A few months ago, my phone rang unusually late. Somebody at a company for which I had access to the intranet told me, with panic in his voice, that there'd been a hacker attack. It was difficult to see how much damage had been done, he told me, and so IT had decided to take the entire internal network offline.
Attacks like this happen in large companies every day. Sometimes they're done by "script kiddies," who use brute force to try out different permutations of login information until something gives way and they gain a foothold. Sometimes it's an organized group of hackers, patiently looking for weaknesses in the security system in order to secretly access confidential data. No matter the cause of the breach, the economic loss can be huge. In the case of my late-night caller, the ultimate cost amounted to several hundred thousand euros.
Most companies are well aware of the dangers, but even innovative midsize firms frequently spend too little on their IT security. A recent survey of German blue-chip companies found that only three out of 30 companies had a security system that encompassed all possible risks. Now, of course, all these businesses backed up their systems and relevant data, but hardly any of the companies actively tried to address future threats. It's the same problem with antivirus programs: They're fine when it comes to known attackers, but unknown threats are neglected.
Whereas large enterprises can afford to hire white-hat hackers and send them to regular security conferences, midsize enterprises simply don't have the necessary resources to follow this path. And that's a problem because these conferences are a great source of information about relevant patents, innovation, supply chains, and trends, especially since midsize businesses are increasingly attractive to cybercriminals. In the US, more than one third of hackers attack target companies with fewer than 250 employees.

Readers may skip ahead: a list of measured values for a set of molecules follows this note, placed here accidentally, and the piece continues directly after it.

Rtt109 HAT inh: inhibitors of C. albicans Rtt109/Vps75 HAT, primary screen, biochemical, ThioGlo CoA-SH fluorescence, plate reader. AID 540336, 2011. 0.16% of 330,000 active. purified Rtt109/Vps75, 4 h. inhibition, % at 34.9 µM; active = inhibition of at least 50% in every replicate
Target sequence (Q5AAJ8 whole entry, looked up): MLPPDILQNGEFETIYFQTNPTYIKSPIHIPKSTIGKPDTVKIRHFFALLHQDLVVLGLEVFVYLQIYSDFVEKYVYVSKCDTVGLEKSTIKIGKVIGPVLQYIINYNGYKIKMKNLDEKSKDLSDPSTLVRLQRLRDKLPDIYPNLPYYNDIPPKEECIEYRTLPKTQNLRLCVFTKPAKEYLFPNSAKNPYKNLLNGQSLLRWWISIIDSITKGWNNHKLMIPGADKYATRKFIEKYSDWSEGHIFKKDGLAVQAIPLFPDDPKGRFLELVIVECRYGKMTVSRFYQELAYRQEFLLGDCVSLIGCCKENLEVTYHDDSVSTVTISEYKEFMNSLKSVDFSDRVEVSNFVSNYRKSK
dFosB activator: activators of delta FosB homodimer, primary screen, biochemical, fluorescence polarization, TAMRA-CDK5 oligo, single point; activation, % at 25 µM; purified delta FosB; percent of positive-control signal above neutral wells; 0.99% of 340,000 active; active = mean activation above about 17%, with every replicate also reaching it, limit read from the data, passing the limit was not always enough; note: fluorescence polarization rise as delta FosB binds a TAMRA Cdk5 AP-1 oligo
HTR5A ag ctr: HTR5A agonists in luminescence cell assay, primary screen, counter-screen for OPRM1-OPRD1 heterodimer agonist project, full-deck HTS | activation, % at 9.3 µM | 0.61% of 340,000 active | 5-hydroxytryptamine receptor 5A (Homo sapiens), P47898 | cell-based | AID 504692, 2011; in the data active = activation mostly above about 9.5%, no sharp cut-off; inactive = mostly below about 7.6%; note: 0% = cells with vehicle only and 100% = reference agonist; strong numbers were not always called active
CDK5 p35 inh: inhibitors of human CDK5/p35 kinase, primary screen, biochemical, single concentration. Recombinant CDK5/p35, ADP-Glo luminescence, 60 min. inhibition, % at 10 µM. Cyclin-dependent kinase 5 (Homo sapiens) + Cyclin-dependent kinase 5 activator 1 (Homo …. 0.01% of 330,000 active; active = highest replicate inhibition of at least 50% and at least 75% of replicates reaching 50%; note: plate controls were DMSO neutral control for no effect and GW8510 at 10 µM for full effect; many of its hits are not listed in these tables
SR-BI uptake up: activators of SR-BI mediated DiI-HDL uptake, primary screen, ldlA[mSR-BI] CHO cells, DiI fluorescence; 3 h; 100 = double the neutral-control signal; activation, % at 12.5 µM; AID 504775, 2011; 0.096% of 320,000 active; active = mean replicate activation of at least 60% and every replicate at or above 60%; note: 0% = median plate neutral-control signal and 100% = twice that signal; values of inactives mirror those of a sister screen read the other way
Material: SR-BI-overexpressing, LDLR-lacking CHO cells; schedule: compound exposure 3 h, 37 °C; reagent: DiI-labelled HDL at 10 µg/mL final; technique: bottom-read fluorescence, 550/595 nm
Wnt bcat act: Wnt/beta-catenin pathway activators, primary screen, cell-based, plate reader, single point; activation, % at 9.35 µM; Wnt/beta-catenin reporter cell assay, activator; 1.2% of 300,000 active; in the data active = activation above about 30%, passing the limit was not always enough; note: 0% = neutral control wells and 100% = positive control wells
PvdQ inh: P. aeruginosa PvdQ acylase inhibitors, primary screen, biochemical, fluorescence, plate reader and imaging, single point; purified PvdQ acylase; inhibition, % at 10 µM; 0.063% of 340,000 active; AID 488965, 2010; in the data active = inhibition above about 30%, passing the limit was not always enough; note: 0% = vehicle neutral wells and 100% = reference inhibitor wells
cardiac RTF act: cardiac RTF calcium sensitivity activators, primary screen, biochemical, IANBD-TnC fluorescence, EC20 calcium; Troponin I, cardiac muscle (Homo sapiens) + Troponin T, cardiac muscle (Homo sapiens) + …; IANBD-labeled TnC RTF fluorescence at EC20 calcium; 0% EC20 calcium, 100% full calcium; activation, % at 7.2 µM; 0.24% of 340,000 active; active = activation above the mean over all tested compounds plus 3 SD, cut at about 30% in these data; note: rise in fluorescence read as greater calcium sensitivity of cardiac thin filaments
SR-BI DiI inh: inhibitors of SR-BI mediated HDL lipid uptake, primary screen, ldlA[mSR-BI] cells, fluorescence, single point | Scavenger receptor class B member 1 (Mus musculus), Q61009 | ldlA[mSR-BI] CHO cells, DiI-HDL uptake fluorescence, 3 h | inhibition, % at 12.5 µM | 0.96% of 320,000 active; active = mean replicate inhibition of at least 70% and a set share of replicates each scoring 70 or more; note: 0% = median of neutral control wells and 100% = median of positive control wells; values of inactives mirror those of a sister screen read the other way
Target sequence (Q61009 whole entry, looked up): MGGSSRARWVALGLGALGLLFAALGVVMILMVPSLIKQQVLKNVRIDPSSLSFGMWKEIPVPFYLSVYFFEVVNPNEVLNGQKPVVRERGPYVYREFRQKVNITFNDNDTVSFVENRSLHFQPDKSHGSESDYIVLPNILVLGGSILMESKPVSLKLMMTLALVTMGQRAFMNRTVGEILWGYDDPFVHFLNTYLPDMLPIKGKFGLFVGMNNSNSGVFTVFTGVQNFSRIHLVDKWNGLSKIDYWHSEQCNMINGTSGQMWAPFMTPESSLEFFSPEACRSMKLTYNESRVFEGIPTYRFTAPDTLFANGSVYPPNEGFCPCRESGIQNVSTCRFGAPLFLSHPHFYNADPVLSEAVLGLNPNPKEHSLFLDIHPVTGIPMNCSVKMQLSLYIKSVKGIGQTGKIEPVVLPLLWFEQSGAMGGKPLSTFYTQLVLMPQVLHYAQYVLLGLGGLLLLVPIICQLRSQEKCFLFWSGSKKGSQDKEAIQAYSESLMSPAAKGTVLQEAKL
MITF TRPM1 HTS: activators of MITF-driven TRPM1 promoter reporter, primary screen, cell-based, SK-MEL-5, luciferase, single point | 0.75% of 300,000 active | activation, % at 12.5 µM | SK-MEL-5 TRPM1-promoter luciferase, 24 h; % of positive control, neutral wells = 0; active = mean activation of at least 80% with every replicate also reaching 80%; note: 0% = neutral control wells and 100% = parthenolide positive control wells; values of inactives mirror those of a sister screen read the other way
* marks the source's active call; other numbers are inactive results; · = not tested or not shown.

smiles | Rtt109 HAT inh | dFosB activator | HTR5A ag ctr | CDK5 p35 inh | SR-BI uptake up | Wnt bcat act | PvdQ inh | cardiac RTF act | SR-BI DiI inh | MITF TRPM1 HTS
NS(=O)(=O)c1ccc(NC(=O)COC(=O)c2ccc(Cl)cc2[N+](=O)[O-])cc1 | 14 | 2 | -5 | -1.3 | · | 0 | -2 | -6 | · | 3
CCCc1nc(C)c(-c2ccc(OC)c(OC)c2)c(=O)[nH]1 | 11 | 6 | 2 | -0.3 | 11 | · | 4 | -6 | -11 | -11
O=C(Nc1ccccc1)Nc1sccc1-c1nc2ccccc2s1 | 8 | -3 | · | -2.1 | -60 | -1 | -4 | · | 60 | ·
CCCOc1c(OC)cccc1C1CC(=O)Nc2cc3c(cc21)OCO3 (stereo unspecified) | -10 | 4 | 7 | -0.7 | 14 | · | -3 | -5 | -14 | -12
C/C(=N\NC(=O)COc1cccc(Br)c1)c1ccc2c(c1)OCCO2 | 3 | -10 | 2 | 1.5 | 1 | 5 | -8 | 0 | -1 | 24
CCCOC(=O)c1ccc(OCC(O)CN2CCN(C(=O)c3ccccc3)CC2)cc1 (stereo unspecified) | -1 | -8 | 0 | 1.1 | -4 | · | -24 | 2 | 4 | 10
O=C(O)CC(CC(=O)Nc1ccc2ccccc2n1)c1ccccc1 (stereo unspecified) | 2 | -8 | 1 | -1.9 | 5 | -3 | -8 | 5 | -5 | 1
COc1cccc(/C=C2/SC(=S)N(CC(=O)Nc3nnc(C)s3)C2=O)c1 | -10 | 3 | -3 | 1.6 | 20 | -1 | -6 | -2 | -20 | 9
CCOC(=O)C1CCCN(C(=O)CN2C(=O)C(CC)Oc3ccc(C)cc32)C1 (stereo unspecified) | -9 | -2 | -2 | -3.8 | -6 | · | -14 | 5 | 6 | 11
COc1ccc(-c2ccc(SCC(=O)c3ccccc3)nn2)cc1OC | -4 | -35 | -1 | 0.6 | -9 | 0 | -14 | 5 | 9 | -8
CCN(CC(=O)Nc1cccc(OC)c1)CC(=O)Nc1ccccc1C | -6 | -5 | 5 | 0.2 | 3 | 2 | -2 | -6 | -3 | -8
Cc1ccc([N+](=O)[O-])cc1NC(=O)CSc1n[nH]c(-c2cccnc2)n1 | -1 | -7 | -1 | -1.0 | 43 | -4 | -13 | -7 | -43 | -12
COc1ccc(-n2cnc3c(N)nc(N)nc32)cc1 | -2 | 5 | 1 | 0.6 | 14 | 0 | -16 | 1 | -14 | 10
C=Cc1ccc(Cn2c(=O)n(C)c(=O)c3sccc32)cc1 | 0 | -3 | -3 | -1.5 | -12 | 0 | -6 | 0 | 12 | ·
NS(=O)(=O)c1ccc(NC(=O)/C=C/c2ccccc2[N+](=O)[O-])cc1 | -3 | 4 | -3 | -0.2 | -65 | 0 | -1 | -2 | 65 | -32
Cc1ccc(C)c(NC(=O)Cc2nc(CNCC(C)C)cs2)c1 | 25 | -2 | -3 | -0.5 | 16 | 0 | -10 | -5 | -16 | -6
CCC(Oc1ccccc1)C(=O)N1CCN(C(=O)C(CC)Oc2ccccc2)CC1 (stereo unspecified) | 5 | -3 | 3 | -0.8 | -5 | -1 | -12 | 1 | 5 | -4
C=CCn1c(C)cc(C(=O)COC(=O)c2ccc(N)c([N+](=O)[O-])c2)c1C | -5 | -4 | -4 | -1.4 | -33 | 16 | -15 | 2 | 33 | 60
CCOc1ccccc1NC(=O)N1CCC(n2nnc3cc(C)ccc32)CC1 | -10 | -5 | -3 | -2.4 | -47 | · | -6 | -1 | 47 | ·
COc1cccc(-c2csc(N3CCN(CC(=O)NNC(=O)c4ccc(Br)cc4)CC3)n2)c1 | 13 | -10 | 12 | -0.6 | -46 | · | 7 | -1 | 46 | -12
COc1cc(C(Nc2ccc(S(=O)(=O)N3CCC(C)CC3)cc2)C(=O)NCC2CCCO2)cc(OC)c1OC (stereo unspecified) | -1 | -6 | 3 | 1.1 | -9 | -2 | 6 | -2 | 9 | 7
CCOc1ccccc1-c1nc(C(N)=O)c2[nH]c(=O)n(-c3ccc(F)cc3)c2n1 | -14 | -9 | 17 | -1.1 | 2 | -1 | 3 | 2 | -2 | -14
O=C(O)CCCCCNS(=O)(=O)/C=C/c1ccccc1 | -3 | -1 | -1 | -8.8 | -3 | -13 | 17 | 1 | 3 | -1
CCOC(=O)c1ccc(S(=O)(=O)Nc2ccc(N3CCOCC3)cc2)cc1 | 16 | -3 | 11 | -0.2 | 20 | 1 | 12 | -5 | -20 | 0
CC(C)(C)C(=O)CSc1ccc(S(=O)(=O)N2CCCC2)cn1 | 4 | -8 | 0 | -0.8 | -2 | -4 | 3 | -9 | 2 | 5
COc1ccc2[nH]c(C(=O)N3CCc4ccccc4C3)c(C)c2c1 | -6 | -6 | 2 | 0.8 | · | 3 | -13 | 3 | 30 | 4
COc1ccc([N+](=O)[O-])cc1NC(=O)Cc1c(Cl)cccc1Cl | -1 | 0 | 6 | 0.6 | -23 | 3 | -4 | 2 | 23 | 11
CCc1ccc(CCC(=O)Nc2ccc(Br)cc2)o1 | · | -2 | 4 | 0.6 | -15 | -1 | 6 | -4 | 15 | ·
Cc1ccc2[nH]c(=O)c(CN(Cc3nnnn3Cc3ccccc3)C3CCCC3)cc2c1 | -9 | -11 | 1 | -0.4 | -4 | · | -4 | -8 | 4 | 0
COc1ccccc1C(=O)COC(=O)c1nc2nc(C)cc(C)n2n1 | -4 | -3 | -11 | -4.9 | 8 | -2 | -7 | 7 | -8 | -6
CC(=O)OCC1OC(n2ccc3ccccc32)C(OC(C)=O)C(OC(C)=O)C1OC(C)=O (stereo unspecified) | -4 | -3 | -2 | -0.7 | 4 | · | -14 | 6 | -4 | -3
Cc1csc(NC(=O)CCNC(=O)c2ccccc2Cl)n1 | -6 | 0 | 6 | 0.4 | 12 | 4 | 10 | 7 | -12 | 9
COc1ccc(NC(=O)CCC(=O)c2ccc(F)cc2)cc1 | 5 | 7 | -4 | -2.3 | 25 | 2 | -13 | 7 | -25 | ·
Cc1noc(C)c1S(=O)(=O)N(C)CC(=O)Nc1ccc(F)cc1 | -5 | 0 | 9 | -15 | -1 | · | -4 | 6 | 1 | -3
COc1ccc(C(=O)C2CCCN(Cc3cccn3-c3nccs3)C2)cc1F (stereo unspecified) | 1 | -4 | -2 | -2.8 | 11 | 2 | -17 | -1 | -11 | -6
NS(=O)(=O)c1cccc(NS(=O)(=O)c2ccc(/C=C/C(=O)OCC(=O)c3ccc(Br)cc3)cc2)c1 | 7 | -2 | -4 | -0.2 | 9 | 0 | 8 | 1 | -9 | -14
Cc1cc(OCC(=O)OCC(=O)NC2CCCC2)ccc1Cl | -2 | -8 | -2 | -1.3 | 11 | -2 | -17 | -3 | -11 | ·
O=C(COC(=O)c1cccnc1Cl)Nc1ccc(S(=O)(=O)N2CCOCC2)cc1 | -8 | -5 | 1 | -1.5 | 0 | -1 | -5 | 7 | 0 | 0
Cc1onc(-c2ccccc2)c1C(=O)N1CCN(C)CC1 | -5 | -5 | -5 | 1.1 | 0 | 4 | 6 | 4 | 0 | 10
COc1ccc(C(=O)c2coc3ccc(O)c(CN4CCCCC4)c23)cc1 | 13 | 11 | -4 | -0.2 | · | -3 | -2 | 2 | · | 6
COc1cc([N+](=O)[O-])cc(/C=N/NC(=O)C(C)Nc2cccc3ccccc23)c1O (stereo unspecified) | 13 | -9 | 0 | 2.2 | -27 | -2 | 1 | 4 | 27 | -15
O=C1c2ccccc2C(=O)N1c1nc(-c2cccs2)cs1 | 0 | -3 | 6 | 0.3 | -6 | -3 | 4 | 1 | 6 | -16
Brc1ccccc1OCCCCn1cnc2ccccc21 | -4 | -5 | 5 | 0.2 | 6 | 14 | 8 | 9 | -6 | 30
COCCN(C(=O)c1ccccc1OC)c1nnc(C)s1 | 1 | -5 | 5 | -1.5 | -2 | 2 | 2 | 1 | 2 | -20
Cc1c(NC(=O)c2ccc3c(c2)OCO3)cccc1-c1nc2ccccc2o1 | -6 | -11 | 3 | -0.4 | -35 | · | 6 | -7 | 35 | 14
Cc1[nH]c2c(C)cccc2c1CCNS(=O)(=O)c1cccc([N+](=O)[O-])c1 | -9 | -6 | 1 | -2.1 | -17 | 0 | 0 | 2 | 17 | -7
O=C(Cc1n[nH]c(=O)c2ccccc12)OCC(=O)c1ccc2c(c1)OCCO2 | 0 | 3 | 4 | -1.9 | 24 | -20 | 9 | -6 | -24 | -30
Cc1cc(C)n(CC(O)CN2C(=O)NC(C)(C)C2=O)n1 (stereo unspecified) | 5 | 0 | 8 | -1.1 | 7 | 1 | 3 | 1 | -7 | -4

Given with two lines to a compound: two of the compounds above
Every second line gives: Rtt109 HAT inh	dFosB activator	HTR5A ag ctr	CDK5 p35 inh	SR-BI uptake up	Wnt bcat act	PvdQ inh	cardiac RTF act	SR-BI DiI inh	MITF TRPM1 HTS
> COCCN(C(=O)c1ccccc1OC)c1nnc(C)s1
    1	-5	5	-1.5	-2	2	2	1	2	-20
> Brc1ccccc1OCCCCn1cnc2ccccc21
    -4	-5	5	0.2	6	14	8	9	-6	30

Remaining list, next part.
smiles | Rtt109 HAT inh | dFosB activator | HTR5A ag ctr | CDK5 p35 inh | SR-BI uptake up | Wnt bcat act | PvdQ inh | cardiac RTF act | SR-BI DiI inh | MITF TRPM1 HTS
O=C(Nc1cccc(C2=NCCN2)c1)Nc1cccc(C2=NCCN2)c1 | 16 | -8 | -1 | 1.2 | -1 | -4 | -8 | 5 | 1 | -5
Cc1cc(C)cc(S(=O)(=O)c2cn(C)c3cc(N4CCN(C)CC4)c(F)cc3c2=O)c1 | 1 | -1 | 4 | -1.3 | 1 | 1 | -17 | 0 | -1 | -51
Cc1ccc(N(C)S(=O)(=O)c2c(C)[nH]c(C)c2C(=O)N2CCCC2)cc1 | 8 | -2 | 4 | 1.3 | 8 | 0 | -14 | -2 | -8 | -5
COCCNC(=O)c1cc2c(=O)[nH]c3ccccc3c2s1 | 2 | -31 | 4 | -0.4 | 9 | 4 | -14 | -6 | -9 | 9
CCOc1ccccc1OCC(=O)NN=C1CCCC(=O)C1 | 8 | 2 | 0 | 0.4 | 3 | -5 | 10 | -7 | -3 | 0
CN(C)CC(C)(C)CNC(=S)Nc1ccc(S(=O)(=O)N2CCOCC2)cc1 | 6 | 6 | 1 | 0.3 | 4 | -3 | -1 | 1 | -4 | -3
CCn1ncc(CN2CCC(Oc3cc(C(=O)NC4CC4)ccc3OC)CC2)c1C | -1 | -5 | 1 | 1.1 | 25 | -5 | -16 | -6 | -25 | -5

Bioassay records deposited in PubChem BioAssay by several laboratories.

Despite all the tools at companies' disposal, the biggest IT security challenge remains employees' lack of understanding. At a large German automotive supplier, the security settings have been set to "paranoid." Laptops can't be connected to each other, USB drives are only recognized with the correct signature, and sensitive data is stored only on drives that aren't hooked up to the network. That's all well and good, but as the data security officer noted, staff were so annoyed by the tedious way in which data had to be moved about that they started bringing their own devices to work. Also, employees began creating rogue Dropbox folders, stuffed with data, to circumvent the rigorous security rules. The entire security structure was undermined because staff found the IT department's data restrictions too tiresome and burdensome.
Companies embracing BYOD are always exposed to particular risks. Although these devices aren't allowed to join the internal network, there are specially developed apps that employees can use to access the in-house network through a gateway. After all, emails and documents need to be available if staff are to work efficiently. The snag here is that many employees aren't particularly conscientious about updates -- and this can rip huge security holes in the structure. One person's forgotten iOS update may create dozens of holes that are well known to every single hacker. IT security really ought to check each private device to make sure all updates have been properly installed, but there simply isn't enough time or personnel.
Many smaller companies give themselves a false sense of security. The classic "Hackers won't be interested in us" argument is one that we've all heard again and again. But anyone who's witnessed an identity theft and seen how fast scammers use login information to order goods that are then shipped to Eastern Europe knows that's a poor argument. But not even the president or his wife, Michelle Obama, are safe from attack.
Dream the Impossible Dream
When celebrities like Michelle Obama can get hacked, how can midsize and small businesses protect their data, employees, and customers?
(Source: Official White House Photo by Lawrence Jackson)
Midsize and smaller companies should therefore ensure their security really is alert to every possible threat and can also prepare for new, unknown attacks. Otherwise precious data will quickly end up in the wrong hands. And that'll turn out to be more expensive than paying a professional consultant beforehand.
— Charlotte Erdmann comments on a wide range of technologies from her base in Berlin. In addition to blogging, she is a media and communication consultant, organizing and managing large customer magazines and marketing activities within the IT industry.